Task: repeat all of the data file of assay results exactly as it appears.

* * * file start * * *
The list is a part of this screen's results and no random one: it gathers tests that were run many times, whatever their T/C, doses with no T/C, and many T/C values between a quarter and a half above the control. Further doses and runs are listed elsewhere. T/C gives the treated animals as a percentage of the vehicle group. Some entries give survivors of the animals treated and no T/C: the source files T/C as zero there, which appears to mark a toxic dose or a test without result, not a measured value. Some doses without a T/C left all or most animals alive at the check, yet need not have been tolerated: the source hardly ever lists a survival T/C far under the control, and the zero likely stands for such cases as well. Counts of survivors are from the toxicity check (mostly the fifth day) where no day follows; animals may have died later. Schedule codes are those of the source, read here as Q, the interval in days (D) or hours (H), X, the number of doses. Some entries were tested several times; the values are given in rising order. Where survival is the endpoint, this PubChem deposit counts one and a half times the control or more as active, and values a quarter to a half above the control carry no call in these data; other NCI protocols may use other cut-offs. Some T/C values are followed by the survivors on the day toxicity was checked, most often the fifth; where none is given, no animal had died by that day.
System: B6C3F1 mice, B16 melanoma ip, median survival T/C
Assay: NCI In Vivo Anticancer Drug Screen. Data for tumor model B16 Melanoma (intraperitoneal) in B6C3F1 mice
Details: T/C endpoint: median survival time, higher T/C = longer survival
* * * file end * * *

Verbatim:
The list is a part of this screen's results and no random one: it gathers tests that were run many times, whatever their T/C, doses with no T/C, and many T/C values between a quarter and a half above the control. Further doses and runs are listed elsewhere. T/C gives the treated animals as a percentage of the vehicle group. Some entries give survivors of the animals treated and no T/C: the source files T/C as zero there, which appears to mark a toxic dose or a test without result, not a measured value. Some doses without a T/C left all or most animals alive at the check, yet need not have been tolerated: the source hardly ever lists a survival T/C far under the control, and the zero likely stands for such cases as well. Counts of survivors are from the toxicity check (mostly the fifth day) where no day follows; animals may have died later. Schedule codes are those of the source, read here as Q, the interval in days (D) or hours (H), X, the number of doses. Some entries were tested several times; the values are given in rising order. Where survival is the endpoint, this PubChem deposit counts one and a half times the control or more as active, and values a quarter to a half above the control carry no call in these data; other NCI protocols may use other cut-offs. Some T/C values are followed by the survivors on the day toxicity was checked, most often the fifth; where none is given, no animal had died by that day.
System: B6C3F1 mice, B16 melanoma ip, median survival T/C
Assay: NCI In Vivo Anticancer Drug Screen. Data for tumor model B16 Melanoma (intraperitoneal) in B6C3F1 mice
Details: T/C endpoint: median survival time, higher T/C = longer survival